New bill to give $10.6 million to crawfish farmers

Published: Apr. 11, 2022 at 7:38 PM CDT
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LAKE CHARLES, La. (KPLC) - Protecting the Louisiana crawfish industry from overseas producers - that’s the goal of Senator Bill Cassidy’s proposal that includes more than $10 million for crawfish producers. We spoke to a crawfish farmer about how this bill would impact him, and others in the state.

“We produce a lot of pounds of crawfish every year, right here in southwest Louisiana that should be used instead of foreign competitors,” John Carbalan said.

Carbalan’s crawfish farm services a large part of east Texas, along with a growing area across Louisiana.

“We’d like to protect that from people from other countries trying to produce a product with questionable labor and standards that we have to abide by, and they don’t. Then they come in and dump that on our markets,” he said.

Those dumping practices are when foreign producers export to the U.S. below the cost of production. Senator Cassidy said it is causing Louisiana crawfish producers to close up shop.

Carbalan noticed an increase in Chinese imported crawfish, but it may not be as clear to consumers.

“Some of them are even named ‘Louisiana Roll’ or something to do with Louisiana, but if you ever ask the people who are working in the restaurants and prepare the meals, the crawfish is all Chinese crawfish,” Carbalan said.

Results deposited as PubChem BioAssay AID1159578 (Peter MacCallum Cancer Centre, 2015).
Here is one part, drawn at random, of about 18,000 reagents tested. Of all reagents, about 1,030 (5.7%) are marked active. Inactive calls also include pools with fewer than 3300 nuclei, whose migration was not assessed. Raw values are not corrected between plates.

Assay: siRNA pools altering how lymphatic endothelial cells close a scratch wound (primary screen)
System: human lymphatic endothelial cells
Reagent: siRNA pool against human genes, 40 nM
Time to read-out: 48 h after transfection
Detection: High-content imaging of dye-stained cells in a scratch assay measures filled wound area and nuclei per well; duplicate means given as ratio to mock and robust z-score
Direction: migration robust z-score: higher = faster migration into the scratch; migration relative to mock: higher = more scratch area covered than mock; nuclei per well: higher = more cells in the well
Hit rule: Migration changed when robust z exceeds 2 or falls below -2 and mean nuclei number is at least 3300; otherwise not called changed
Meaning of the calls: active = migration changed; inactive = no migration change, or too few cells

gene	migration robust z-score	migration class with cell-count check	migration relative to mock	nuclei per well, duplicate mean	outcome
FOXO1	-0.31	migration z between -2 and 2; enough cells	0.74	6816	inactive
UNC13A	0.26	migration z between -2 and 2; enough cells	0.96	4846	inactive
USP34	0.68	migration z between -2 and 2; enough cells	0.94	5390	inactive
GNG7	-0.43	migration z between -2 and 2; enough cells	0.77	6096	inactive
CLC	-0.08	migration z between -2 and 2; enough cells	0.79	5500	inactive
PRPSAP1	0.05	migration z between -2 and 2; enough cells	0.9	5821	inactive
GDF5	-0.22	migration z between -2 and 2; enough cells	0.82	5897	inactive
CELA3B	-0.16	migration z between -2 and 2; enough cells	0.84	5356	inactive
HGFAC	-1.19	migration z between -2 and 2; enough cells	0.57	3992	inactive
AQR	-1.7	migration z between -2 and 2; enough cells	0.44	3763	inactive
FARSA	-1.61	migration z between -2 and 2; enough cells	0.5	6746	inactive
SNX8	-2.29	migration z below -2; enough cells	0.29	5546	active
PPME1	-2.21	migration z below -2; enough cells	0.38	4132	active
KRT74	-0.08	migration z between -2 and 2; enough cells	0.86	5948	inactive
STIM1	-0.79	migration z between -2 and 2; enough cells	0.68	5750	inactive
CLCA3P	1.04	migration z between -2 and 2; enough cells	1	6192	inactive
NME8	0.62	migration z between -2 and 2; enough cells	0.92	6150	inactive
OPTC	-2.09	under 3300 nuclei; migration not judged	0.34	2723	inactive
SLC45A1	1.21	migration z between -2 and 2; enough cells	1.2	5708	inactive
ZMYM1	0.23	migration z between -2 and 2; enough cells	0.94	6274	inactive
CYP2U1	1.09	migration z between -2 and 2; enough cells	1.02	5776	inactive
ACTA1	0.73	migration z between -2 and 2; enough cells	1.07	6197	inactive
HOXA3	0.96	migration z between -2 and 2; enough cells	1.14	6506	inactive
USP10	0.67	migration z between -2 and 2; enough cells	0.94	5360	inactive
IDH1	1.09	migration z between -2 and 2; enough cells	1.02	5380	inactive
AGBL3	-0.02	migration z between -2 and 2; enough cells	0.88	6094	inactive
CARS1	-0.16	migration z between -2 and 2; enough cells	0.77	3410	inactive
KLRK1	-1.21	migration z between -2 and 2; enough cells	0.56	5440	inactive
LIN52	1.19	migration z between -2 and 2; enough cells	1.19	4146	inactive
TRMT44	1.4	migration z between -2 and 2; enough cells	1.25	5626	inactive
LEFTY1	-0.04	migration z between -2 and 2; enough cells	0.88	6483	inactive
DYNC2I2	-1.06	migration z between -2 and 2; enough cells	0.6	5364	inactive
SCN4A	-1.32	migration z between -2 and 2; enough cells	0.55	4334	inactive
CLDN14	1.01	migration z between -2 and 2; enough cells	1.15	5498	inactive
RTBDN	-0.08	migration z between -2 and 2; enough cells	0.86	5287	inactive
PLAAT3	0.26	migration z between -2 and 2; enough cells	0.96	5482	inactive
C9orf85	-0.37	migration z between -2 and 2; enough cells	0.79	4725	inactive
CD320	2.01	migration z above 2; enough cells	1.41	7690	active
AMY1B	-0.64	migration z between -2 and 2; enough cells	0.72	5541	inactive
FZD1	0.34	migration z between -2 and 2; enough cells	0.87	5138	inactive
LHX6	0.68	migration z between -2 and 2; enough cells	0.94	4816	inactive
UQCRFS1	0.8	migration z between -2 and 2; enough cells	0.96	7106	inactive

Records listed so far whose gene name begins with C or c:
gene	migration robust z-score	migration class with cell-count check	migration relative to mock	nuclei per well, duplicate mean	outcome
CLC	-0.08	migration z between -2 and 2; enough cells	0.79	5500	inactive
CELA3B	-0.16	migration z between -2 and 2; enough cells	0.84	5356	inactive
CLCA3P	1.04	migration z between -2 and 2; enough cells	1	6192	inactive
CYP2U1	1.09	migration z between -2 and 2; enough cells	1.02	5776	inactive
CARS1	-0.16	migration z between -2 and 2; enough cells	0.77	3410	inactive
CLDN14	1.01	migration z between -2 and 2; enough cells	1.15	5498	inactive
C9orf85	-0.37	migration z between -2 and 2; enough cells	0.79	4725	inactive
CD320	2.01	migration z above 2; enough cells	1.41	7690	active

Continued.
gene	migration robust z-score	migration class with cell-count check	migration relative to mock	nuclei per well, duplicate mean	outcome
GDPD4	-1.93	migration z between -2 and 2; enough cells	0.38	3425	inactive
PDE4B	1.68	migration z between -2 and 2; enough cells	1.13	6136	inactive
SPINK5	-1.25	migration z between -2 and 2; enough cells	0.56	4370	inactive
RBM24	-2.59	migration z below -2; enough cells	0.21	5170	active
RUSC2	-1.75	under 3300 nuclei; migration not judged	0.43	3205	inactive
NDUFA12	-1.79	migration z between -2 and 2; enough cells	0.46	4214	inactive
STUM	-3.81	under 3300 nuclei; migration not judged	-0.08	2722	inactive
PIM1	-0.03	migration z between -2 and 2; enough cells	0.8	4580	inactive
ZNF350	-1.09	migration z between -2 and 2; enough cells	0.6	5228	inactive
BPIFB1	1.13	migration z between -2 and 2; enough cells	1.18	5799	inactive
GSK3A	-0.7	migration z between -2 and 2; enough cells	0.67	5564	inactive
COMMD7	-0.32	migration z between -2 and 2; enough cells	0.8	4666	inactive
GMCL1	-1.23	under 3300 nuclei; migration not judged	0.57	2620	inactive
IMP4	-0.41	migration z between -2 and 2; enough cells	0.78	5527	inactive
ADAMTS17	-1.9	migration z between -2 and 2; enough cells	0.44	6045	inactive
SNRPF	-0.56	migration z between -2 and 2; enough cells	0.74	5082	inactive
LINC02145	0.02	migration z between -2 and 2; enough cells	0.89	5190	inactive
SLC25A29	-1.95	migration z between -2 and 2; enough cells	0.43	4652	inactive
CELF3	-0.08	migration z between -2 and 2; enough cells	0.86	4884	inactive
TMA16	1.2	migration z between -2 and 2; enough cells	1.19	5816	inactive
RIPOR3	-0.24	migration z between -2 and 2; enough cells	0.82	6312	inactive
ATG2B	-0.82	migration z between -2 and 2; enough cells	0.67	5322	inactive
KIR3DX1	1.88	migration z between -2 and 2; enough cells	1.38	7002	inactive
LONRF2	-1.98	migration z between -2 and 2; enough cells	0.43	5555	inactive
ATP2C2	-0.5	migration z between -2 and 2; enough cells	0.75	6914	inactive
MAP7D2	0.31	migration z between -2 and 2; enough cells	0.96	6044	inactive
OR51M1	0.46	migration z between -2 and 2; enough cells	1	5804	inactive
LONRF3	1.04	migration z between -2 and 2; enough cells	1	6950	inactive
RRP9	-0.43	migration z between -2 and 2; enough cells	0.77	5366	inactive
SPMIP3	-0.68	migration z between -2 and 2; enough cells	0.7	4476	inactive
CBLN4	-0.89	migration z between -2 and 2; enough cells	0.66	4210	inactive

A federal law in place instructs customs and border protection to disperse interest collected from Chinese imports to American agricultural producers. But, Cassidy claims administrative delays have prevented that from happening. Now, he’s introducing a new bill: the China Trade Cheating Restitution Act. This would direct customs to pay nearly $40 million to businesses injured by Chinese trade practices. $10.6 million will go to crawfish producers.

Carbalan said this money would be a huge help, especially with the increase in prices due to supply chain issues.

“We really hope for the help because a lot of us need it because everything is very, very tight and doesn’t look too good right now,” he said.

In a release about the bill, Cassidy said, “Crawfish is part of our culture in Louisiana, and we will defend it. China is attempting to put our crawfish farmers out of business by dumping their product in the U.S. at prices below the cost of production. This is against the law. This legislation gives American farmers the resources they need to stay competitive and thrive.”

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